CYPRESS, Calif. - A new lab in Orange County is making coronavirus tests more readily available with fast results, usually in 90 minutes. In this Spectrum News 1 exclusive, we bring you the story of three people who came together in the midst of the coronavirus pandemic to make it all happen.

"We were looking to see if we could reach out to the community and do something," explained Dr. Harish Yalamanchili.


Dr. Yalamanchili recently shut down his surgical practice in Pomona because of the coronavirus but that doesn't mean he's been idle. He brainstormed with his wife, Brittaney about what they could do to help with the crisis.

"Testing is under short supply so what can we do to take it out of the hospital to make it available for the general public. So she connected the dots of what's missing and then got me and Chris together to talk about it," said Yalamanchili.

Chris Crock, Ph.D,  who is Yalamanchili's brother-in-law, runs a lab in the Bay Area and had vacation time to burn. "We talked about this maybe for a are you sure? Are you sure? And we made the big purchase and put it in the car and drove down," said Crock.

The 'big purchase' was a machine that allows Yalamanchili to perform PCR or polymerase chain reaction tests. It's one of two kinds of coronavirus tests currently available. The other one is a blood test that shows immunity. However, the PCR test is the only one that determines whether a person is actually infected with the coronavirus.

Crock developed protocols to use CDC methods, tools and procedures to not lose time getting approvals.

Over the new few days, Yalamanchili manned the phone, scouring the country for chemicals essential to the testing. He also  bankrolled the operation. Meanwhile, Crock spent hours writing and streamlining processes and hiring and training lab personnel. The only thing missing was a lab. Several promising leads fell through, but then the pair met Michelle Huston, whose family owns the CMB Lab in Cypress.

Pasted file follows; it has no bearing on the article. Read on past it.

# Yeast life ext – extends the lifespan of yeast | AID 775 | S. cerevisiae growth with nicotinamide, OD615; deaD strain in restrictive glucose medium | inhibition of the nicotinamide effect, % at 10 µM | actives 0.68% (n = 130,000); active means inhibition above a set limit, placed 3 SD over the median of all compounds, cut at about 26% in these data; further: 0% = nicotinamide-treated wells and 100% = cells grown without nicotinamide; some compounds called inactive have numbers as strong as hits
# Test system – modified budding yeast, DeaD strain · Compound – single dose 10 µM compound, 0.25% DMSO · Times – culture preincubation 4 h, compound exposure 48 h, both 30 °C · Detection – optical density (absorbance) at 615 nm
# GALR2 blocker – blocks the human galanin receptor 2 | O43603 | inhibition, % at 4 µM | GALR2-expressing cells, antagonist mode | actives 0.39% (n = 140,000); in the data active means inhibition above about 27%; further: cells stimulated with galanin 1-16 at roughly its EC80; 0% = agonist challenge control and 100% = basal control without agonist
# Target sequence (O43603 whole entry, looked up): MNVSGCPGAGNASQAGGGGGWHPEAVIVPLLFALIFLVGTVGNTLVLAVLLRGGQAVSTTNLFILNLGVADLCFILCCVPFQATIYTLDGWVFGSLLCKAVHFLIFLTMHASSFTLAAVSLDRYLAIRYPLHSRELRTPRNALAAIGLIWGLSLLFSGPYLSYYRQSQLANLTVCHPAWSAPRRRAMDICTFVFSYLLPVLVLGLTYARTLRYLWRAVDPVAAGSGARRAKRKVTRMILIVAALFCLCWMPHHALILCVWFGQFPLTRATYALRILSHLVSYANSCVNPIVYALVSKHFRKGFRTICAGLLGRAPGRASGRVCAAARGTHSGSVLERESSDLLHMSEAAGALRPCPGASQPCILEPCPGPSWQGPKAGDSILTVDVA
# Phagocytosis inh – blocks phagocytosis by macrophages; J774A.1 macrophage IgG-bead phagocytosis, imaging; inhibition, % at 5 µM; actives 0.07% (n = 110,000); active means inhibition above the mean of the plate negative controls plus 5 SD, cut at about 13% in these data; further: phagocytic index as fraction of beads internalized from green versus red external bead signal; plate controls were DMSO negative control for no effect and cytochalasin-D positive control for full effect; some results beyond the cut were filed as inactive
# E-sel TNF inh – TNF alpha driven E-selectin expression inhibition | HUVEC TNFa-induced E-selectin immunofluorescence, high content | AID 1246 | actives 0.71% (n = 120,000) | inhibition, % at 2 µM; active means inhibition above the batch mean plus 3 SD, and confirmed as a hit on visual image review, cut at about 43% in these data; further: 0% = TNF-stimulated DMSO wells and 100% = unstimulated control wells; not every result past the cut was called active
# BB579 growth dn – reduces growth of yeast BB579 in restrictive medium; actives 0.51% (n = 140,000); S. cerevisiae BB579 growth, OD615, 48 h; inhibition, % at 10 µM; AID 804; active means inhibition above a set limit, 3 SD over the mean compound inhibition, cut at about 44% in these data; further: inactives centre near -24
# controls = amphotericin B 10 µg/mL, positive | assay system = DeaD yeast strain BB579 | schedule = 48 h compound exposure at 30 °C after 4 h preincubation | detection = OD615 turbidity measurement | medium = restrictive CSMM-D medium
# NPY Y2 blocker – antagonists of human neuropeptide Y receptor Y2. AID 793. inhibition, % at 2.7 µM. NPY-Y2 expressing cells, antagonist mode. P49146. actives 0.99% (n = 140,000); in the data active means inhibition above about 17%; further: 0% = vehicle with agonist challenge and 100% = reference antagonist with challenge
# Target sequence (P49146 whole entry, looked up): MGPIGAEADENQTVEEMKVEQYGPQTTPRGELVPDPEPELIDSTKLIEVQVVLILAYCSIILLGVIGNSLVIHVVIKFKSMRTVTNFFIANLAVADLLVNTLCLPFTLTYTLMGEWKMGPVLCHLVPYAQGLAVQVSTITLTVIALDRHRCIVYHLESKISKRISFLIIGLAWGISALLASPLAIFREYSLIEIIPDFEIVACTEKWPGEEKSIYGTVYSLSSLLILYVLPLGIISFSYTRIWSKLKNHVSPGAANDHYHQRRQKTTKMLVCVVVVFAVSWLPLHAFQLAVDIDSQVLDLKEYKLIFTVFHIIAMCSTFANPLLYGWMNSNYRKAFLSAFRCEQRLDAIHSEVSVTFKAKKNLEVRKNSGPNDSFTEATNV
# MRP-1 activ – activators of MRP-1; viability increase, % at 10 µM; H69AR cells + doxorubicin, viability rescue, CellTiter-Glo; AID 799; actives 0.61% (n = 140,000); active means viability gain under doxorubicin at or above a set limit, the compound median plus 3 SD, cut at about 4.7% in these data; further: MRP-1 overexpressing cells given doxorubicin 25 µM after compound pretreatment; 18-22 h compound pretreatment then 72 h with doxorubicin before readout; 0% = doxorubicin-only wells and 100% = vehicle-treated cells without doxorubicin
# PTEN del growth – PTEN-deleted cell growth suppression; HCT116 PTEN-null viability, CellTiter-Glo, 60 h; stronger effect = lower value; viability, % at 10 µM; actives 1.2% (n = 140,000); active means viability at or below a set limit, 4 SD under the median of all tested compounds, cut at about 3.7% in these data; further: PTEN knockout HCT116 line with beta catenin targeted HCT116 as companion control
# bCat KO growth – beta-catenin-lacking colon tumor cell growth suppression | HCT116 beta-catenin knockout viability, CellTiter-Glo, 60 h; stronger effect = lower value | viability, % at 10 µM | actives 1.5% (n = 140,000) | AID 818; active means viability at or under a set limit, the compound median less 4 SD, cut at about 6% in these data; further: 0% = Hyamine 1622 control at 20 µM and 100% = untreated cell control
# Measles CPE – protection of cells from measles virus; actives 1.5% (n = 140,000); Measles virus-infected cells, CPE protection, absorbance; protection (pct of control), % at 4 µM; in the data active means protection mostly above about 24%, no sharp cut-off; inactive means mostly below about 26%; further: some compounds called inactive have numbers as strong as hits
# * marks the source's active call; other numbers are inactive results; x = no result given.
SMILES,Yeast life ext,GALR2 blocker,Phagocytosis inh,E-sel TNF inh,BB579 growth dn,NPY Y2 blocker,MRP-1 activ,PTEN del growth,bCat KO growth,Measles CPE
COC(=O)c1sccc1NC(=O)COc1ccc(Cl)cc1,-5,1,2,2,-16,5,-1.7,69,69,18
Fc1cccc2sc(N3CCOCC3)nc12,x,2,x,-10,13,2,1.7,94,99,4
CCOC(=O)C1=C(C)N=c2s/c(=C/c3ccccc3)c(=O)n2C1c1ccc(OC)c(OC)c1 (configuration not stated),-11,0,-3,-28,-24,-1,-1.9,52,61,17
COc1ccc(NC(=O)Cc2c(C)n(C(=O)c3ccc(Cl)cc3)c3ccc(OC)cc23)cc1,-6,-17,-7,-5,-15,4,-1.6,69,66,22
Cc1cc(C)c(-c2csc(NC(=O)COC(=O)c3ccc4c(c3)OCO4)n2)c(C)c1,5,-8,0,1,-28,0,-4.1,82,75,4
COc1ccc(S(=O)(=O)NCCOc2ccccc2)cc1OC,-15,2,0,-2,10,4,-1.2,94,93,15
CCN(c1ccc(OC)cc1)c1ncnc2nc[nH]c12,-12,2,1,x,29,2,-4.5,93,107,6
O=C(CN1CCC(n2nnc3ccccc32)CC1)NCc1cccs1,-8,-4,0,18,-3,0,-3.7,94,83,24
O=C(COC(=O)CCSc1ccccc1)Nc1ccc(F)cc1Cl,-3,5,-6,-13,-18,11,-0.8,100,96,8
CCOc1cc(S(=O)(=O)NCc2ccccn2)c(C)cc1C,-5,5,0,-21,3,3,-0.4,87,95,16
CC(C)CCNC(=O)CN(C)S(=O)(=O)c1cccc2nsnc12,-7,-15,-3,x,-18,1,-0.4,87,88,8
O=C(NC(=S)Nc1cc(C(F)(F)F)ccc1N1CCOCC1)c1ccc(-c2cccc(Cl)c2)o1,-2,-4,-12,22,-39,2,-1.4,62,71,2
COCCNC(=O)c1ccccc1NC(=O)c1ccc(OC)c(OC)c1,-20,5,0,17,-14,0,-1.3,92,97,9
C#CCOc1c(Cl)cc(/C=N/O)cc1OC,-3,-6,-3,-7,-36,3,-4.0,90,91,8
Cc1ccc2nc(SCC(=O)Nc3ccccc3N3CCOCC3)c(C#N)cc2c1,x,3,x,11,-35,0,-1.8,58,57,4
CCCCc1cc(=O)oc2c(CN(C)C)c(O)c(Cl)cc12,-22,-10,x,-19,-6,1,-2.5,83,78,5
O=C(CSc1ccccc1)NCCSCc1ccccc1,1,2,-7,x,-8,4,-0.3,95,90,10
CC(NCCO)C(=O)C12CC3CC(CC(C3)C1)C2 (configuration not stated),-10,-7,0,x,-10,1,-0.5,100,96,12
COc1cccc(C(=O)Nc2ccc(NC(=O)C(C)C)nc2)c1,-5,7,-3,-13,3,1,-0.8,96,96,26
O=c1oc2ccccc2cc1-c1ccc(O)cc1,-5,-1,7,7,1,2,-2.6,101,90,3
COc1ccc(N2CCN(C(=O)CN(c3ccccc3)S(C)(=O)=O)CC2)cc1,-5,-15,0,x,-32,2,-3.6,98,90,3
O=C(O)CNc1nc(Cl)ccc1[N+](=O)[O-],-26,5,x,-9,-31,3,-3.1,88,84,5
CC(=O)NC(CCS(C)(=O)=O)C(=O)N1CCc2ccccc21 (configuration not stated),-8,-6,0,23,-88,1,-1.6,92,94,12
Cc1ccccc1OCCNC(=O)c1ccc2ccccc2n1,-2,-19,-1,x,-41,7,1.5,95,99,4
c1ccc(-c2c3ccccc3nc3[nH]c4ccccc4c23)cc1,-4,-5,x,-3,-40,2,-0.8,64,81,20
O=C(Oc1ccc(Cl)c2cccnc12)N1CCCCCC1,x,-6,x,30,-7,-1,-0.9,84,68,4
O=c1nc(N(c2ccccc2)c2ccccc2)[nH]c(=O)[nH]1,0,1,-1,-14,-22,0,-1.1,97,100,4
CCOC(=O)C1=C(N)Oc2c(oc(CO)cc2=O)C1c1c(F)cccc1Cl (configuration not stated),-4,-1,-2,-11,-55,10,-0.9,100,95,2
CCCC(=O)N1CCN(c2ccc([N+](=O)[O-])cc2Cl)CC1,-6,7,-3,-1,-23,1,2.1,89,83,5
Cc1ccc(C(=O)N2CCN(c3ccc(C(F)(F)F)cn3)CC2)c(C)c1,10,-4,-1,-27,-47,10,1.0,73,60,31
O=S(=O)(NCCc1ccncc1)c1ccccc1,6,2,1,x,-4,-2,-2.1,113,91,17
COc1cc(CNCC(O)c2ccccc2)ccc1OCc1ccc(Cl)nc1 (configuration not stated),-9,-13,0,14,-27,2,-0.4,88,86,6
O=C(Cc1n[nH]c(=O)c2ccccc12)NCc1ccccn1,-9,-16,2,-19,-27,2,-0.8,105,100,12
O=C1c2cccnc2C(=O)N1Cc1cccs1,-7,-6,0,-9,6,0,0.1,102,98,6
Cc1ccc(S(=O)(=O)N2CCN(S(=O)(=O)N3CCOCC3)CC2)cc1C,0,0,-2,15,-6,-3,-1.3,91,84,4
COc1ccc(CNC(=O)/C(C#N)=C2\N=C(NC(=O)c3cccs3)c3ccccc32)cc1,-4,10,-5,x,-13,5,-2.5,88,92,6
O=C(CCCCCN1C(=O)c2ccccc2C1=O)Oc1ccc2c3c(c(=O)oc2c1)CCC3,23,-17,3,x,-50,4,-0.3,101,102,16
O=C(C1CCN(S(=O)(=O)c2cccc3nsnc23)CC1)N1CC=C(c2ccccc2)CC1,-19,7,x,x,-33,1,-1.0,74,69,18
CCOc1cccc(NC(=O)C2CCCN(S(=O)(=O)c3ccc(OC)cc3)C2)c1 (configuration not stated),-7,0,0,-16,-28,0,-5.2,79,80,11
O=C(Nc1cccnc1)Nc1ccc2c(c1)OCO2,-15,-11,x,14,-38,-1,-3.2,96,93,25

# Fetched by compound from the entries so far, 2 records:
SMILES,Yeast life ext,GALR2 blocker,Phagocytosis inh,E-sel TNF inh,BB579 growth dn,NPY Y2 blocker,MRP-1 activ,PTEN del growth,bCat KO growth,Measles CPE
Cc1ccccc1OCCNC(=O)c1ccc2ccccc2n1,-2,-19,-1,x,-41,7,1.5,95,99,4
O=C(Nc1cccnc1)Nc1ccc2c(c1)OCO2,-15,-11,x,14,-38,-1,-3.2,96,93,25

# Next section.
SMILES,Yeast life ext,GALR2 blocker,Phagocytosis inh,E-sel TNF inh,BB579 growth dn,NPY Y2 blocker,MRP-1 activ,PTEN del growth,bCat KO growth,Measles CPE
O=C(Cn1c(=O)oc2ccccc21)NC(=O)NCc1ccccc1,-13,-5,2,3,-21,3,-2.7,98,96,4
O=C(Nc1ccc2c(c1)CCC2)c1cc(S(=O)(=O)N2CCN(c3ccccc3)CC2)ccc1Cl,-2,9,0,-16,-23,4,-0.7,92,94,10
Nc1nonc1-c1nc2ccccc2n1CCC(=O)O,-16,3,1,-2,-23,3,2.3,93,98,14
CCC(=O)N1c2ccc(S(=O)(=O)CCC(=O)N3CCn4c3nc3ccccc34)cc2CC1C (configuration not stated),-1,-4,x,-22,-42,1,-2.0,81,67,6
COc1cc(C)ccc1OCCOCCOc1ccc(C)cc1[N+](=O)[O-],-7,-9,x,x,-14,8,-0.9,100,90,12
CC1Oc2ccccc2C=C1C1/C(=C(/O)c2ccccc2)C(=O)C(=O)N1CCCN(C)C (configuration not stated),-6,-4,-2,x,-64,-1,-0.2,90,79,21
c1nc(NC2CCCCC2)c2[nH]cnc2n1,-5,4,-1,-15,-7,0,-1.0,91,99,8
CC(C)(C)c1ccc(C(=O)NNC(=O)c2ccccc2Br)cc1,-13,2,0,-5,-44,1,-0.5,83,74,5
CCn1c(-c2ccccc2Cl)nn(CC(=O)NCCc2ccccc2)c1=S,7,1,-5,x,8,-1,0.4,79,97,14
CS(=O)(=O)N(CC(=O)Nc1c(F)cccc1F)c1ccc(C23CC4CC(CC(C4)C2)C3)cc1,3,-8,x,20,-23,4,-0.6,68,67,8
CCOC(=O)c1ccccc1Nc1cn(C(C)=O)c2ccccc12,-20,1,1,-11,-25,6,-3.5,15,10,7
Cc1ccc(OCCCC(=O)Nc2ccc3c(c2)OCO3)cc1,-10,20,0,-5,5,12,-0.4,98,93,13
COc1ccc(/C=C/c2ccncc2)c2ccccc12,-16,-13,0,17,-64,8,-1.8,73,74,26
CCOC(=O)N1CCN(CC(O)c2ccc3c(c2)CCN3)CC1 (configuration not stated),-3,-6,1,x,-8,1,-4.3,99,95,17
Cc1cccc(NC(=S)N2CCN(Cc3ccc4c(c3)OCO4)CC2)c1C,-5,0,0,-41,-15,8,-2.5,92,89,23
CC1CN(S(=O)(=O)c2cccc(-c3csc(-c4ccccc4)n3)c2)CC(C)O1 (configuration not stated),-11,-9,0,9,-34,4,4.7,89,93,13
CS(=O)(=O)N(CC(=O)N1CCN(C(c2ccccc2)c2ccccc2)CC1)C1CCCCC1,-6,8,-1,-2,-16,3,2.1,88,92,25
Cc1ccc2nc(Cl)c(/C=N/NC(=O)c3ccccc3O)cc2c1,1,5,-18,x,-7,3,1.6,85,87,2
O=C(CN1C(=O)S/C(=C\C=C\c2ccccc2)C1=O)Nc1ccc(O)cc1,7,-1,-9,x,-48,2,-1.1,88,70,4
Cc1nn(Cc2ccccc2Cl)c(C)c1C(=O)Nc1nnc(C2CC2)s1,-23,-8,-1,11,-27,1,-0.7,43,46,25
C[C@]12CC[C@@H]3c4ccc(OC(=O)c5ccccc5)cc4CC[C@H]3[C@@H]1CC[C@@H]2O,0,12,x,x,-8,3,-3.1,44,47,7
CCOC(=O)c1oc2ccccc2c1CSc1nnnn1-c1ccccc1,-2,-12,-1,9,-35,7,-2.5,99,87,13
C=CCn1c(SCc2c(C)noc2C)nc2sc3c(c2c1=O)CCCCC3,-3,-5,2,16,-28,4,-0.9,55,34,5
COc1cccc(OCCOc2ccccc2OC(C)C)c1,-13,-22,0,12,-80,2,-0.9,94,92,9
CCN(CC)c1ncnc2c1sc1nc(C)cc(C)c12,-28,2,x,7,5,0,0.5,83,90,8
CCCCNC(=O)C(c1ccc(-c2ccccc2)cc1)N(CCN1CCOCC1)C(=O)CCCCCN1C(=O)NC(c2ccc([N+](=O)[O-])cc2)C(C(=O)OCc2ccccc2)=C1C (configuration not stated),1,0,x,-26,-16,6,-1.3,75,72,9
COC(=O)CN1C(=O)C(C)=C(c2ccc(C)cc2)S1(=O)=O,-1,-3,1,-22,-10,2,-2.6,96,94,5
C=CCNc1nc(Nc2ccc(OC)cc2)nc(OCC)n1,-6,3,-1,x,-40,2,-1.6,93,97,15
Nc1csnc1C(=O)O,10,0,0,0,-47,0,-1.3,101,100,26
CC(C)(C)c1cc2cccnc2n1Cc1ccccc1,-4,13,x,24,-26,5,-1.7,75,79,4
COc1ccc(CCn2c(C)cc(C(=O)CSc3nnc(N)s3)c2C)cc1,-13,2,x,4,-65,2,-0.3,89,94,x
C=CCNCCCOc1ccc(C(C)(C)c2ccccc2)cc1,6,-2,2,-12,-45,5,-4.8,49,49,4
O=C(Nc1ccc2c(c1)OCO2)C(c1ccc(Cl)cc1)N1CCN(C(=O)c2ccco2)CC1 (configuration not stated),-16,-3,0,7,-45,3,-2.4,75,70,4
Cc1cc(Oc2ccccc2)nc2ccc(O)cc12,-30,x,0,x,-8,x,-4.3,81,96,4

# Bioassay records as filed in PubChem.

“I thought it was too good to be true,” said Huston, "because one to two weeks prior, I was trying to get the COVID testing in and I looked into many different instruments, different vendors, made calls and there was a roadblock each time."

The perfect storm was now complete. One week later on April 2, they were running coronavirus tests in the CMB Lab.

To get the test, people need an order from a doctor before they go to a collection site for a nasal swab. The swab sample is sent by courier to the lab and a battery of procedures begins. The results are ready 90 minutes later. The doctor receives the test results and conveys them to the patient.

Currently, CMB lab can run 100 tests a day but even if its capacity is expanded, one lab is not the end goal. Crock, Yalamachilli and Huston say more labs need to follow suit.

"If there's only a few independent labs, if we can all partner and follow Chris' protocols and make sure the lab is set up efficiently, make sure every single thing is done exactly the same, together, we can beat this."

"It's about making a difference and being able to like, directly contribute to the solution, to the pandemic,” added Crock.

For more information on sites that are collecting swab samples or for contact information to set up a lab following their protocols, go to

The lab says insurance will cover the cost of testing for patients who have symptoms.